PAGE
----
4

Numbers 30:

2 If a man makes a vow to the LORD or swears an oath to obligate himself by a pledge, he must not break his word; he must do everything he has promised.

Matthew 5:

33“Again, you have heard that it was said to the people long ago, ‘Do not break your oath, but fulfill to the Lord the vows you have made.’

Apparently, Jesus alluded to Moses.

34 But I tell you, do not swear an oath at all: either by heaven, for it is God’s throne;

Apparently, Jesus contrasted Moses. But some verses earlier, he said:

19 Therefore anyone who sets aside one of the least of these commands and teaches others accordingly will be called least in the kingdom of heaven, but whoever practices and teaches these commands will be called great in the kingdom of heaven.

Was Jesus setting Number 30:2 aside to promote Matthew 5:34?

Related question:

Did Paul contradict Christ in Acts 18:18 taking the Nazarite vow; Matt 5:34 "take no oath at all"?

My question is not about whether it is okay to swear or not.

3
  • Christ's advice is an extension of the fourth commandment.
    – Lucian
    Sep 9 '21 at 1:44
  • maybe "..issue of oaths?" would be more accurate.
    – mckenzm
    Sep 9 '21 at 16:54
  • 1
    Thanks for the tip :)
    – Tony Chan
    Sep 9 '21 at 17:09
13

Consider:

  • Father: If you borrow money, make sure you repay it as soon as you can.
  • Mother: Don't borrow money.

The second advice doesn't set aside the first, negate it, or even imply that it isn't good advice.
It simply encourages one to be in a position where the "if" condition won't apply.

Similarly "Don't lust in your heart" doesn't set aside the prohibition on adultery.

3
  • +1 excellent analogical reasoning
    – Tony Chan
    Sep 9 '21 at 13:53
  • Thanks. Great answer. So He’s saying, “Just stop altogether making oaths and vows. Not useful. However, I agree w Moses, for any oaths you have already made (or if you fail to avoid making one or more in the future), fulfill them!”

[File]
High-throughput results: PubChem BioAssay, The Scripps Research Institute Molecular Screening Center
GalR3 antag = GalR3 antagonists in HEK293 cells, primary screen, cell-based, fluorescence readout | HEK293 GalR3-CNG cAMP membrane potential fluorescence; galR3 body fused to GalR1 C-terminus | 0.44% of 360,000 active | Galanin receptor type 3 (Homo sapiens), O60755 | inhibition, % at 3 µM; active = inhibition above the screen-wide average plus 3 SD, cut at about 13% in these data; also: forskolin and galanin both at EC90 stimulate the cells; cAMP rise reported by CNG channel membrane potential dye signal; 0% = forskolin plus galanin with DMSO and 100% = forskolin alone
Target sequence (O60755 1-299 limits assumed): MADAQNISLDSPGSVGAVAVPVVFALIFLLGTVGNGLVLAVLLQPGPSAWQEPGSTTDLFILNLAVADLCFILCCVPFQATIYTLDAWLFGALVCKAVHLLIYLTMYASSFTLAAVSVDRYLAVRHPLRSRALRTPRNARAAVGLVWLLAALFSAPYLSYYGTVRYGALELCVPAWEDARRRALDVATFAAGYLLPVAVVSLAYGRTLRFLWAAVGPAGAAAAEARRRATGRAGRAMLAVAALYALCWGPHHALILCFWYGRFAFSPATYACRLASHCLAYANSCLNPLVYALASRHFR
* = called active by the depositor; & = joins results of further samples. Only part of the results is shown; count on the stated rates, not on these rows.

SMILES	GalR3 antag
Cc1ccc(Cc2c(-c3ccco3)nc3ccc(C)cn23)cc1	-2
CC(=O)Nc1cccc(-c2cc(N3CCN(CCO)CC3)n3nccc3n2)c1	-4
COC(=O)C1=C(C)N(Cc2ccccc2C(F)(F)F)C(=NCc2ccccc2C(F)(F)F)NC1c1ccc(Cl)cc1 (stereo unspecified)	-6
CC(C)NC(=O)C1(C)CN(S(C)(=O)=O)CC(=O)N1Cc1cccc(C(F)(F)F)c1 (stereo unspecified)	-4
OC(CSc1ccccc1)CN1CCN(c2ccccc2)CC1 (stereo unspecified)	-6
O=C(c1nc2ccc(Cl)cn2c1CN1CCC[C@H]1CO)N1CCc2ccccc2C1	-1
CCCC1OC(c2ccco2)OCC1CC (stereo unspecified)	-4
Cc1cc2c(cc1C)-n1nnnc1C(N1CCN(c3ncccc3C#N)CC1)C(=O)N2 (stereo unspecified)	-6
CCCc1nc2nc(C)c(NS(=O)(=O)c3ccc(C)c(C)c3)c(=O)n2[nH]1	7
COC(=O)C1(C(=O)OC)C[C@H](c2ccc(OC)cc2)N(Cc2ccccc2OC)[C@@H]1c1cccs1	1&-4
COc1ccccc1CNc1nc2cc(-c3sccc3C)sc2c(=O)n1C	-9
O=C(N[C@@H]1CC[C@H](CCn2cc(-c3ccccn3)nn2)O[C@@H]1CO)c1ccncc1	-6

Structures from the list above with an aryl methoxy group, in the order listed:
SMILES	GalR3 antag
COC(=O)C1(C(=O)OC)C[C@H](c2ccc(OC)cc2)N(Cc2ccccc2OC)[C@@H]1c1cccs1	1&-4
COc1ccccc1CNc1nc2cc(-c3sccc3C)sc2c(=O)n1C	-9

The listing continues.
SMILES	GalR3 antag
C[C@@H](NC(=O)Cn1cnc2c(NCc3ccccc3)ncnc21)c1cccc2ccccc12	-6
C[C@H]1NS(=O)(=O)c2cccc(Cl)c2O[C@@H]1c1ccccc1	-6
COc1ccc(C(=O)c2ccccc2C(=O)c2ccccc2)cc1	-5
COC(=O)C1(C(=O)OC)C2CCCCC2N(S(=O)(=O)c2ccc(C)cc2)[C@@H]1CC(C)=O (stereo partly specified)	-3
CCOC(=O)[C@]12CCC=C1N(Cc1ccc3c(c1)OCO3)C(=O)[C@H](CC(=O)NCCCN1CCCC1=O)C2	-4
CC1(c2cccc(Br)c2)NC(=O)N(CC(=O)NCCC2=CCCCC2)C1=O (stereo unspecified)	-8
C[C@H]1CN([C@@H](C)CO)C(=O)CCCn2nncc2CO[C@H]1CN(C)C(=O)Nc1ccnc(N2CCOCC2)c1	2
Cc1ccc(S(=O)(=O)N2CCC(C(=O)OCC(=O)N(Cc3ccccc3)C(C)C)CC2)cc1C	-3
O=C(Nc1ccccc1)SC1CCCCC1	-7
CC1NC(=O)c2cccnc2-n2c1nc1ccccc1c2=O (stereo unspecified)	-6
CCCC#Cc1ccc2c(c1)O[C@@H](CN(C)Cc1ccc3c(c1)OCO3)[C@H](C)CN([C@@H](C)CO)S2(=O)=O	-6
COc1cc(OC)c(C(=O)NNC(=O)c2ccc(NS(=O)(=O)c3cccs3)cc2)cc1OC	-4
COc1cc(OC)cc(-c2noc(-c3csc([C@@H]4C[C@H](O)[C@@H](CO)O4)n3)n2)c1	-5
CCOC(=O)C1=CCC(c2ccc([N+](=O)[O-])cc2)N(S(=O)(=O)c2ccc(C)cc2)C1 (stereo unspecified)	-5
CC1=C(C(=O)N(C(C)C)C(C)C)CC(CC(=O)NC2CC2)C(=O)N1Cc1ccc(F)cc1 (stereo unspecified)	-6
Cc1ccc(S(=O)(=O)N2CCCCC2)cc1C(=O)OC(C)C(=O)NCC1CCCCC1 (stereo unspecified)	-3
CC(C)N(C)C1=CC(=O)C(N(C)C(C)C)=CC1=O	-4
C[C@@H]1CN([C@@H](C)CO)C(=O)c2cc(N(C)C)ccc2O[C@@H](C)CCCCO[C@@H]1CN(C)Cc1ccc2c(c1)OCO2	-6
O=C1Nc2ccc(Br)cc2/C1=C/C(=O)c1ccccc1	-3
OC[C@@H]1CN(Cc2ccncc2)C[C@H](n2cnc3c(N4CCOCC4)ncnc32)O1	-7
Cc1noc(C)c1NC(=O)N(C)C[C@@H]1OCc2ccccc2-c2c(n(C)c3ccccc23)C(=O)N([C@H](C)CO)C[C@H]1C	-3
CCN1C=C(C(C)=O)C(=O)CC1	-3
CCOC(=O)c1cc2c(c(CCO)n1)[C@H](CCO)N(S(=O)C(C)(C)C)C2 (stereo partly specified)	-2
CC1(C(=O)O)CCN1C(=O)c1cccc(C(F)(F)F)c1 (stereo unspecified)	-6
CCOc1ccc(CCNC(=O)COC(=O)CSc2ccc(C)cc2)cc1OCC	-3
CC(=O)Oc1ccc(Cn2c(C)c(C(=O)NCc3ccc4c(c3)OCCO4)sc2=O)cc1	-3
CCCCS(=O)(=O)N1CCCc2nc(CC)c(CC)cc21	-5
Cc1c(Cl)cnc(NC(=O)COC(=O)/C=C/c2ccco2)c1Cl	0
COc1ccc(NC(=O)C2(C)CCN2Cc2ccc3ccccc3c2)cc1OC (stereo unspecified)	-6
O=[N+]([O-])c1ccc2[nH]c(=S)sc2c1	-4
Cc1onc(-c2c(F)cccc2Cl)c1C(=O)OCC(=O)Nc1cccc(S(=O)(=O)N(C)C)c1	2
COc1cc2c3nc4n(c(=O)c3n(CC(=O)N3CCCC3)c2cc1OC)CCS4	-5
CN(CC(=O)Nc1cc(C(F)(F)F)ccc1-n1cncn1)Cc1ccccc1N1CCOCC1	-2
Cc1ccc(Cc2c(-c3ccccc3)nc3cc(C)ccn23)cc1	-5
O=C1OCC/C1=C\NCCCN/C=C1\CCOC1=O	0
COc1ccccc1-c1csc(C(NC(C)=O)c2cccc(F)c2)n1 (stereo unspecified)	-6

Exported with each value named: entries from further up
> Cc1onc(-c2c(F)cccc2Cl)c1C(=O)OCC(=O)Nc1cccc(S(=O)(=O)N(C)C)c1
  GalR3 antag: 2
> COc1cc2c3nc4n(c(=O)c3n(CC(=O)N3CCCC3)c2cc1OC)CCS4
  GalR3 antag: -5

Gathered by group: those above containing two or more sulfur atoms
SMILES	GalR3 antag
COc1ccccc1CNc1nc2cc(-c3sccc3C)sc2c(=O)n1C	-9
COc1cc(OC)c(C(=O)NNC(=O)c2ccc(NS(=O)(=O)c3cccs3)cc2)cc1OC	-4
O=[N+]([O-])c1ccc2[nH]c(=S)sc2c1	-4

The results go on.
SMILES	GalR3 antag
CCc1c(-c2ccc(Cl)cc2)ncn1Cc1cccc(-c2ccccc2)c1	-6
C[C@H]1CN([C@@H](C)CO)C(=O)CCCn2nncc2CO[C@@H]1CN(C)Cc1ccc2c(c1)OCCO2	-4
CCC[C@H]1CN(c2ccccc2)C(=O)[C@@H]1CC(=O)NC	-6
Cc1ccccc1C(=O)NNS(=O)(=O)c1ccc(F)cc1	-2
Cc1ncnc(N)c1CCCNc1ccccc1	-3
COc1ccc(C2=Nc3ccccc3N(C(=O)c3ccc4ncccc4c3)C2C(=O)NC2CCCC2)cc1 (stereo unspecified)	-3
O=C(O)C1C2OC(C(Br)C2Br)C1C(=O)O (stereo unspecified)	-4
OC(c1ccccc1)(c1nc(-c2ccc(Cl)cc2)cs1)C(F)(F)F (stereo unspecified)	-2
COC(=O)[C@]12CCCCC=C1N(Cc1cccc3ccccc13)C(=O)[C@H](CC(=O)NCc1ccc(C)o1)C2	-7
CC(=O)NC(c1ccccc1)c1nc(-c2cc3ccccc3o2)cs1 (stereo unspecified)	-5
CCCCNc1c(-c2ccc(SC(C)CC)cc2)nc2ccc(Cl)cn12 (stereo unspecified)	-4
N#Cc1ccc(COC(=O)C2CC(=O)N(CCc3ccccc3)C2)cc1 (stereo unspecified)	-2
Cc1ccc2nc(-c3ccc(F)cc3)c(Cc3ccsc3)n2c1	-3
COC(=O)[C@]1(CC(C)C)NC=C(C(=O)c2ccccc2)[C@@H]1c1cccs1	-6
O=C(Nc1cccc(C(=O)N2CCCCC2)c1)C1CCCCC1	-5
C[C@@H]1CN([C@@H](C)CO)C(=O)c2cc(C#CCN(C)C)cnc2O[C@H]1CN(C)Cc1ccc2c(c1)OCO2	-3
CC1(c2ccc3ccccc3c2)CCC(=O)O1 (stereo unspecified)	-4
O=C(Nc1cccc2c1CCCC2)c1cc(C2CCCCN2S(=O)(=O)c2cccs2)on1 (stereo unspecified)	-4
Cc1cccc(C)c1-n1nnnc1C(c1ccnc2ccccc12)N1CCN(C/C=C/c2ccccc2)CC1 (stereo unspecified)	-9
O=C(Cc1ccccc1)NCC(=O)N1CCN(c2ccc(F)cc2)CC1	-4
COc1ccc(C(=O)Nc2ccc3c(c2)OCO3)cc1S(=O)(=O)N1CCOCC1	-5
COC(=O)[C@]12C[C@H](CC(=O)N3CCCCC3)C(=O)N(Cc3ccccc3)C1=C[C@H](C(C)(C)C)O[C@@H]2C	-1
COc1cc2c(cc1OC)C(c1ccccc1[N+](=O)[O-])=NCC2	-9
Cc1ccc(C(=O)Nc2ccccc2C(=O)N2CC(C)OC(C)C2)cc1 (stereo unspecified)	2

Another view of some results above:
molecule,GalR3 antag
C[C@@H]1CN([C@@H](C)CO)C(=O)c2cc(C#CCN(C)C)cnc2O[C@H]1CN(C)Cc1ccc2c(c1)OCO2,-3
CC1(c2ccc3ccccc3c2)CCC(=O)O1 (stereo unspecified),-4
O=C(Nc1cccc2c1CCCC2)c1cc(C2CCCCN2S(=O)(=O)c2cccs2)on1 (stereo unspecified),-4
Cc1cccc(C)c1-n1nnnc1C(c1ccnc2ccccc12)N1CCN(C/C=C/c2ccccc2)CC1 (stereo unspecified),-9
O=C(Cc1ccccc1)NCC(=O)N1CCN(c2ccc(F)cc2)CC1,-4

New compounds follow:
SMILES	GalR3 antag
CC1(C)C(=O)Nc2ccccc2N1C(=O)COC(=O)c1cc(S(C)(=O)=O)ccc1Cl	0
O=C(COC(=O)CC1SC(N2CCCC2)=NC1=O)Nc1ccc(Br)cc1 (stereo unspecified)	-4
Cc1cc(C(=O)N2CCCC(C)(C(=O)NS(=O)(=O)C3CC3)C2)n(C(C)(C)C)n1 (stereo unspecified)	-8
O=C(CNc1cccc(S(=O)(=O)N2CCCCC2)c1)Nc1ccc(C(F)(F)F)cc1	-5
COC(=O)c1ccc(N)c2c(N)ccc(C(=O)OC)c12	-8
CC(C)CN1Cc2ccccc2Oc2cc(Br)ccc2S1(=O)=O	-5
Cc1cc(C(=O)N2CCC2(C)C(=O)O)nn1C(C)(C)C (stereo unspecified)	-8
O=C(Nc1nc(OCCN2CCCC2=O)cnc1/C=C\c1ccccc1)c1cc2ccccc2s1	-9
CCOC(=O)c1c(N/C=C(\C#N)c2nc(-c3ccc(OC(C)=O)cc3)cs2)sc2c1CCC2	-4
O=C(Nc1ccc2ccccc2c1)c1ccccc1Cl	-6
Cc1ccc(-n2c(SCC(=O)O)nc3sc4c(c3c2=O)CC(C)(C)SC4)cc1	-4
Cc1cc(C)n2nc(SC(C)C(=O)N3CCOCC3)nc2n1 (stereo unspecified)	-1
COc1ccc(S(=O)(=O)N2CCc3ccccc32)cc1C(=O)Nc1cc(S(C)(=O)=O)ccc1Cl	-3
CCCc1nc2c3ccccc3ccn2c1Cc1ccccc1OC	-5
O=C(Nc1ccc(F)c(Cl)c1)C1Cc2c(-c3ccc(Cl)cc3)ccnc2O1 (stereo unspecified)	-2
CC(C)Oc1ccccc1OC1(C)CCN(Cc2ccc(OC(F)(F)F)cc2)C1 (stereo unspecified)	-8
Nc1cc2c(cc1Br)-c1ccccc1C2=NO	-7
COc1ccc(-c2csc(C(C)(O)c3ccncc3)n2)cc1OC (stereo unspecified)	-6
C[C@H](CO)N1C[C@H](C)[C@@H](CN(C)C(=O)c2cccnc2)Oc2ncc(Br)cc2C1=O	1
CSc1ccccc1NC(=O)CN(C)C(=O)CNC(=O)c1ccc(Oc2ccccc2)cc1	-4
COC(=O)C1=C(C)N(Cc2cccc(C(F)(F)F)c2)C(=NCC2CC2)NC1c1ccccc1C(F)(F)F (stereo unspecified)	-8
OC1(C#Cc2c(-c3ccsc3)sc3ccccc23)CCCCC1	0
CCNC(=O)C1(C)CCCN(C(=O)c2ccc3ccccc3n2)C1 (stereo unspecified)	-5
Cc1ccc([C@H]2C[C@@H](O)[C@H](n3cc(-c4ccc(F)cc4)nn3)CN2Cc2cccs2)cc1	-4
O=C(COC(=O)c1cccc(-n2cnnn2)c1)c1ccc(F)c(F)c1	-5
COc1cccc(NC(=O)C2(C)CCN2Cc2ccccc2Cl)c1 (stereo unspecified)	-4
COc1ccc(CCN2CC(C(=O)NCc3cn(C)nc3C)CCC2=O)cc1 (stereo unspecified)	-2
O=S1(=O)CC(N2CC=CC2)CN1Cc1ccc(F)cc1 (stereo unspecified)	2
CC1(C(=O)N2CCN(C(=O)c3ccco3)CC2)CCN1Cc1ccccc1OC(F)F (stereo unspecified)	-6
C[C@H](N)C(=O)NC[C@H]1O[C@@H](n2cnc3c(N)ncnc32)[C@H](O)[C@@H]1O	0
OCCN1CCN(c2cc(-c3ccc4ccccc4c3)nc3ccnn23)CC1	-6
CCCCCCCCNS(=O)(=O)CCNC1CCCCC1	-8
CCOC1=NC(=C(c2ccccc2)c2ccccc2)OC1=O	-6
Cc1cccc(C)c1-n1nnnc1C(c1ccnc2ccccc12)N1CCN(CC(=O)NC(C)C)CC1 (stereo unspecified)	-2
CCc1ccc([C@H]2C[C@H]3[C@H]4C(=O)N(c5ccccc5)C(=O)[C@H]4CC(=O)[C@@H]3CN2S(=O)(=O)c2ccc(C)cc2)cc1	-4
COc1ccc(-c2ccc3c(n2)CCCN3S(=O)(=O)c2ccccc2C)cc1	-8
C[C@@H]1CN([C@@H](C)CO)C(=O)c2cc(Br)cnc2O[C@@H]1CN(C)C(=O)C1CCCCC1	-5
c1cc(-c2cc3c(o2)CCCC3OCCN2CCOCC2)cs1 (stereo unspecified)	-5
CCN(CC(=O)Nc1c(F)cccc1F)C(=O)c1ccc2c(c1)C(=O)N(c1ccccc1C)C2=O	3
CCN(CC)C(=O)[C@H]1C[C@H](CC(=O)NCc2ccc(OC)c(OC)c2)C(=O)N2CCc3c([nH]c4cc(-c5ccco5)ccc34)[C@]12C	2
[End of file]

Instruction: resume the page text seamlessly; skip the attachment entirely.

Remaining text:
– Al Brown
    Sep 9 '21 at 20:24
  • There is a law for what to do if you swear an oath,and what follows from that act. But its actually a better thing, not to swear oaths at all, in the first place.
    – Stilez
    Sep 9 '21 at 22:41
5

Was Jesus setting Numbers 30:2 aside to promote Matthew 5:34?

Answer: Yes.

This question relates directly to the distinction between the Law of Moses (which has been "set aside") and the Law of Christ. We can know this when we consider the Letter to the Hebrews:

Hebrews 7:11-12: "Now if perfection was through the Levitical priesthood (for on the basis of it the people received the Law), what further need was there for another priest to arise according to the order of Melchizedek, and not be designated according to the order of Aaron? 12For when the priesthood is changed, of necessity there takes place a change of law also."

Here is another instance where we can know that many of the laws of the O/T, such as making vows, have been done away (or revised) in Christ:

Galatians 3:23-24a: "But before faith came, we were kept in custody under the law [of Moses], being shut up to the faith which was later to be revealed [in Christ]. Therefore the Law [of Moses] has become our tutor to lead us to Christ..."

These passages are emblematic of the distinction between the Law of Moses (the Old Covenant) and the Law of Christ (the New Covenant) — Christ being our High Priest. Not only was the priesthood changed but so too was the entire Mosaic system upon which all else rested. Some may disagree with this observation, instead choosing to believe that the change was minor.

Nonetheless, the Mosaic order was reinstituted in another form upon the inauguration of the new priesthood, one in which all Christians (saints) partake as priests (cf. 1 Pet. 2:9, and a temple: 1 Cor. 6:19).

As pointed out in the OP, this is particularly significant based on Jesus' Sermon on the Mount, in which He repeatedly enumerated many of the O/T laws beginning with "You have heard it said..." while replacing them with His new, more stringent commands (paraphrased):

"You have heard it said":

  1. "You shall not commit murder, but he who hates his brother has committed murdered in his heart" (Matt. 5:21-22).
  2. "You shall not commit adultery, but he who lusts in his heart has committed adultery..." (Matt. 5:27-28).
  3. "He who divorces his wife and marries another commits adultery" (Matt. 5:31-32).
  4. "You shall make no false vows... But I say make no oath at all" (Matt. 5:33-37).
  5. "An eye for an eye... turn the other cheek" (Matt. 5:38-39).
  6. "You shall love your neighbor and hate your enemy... love your enemies, pray for those who persecute you" (Matt. 5:43-44).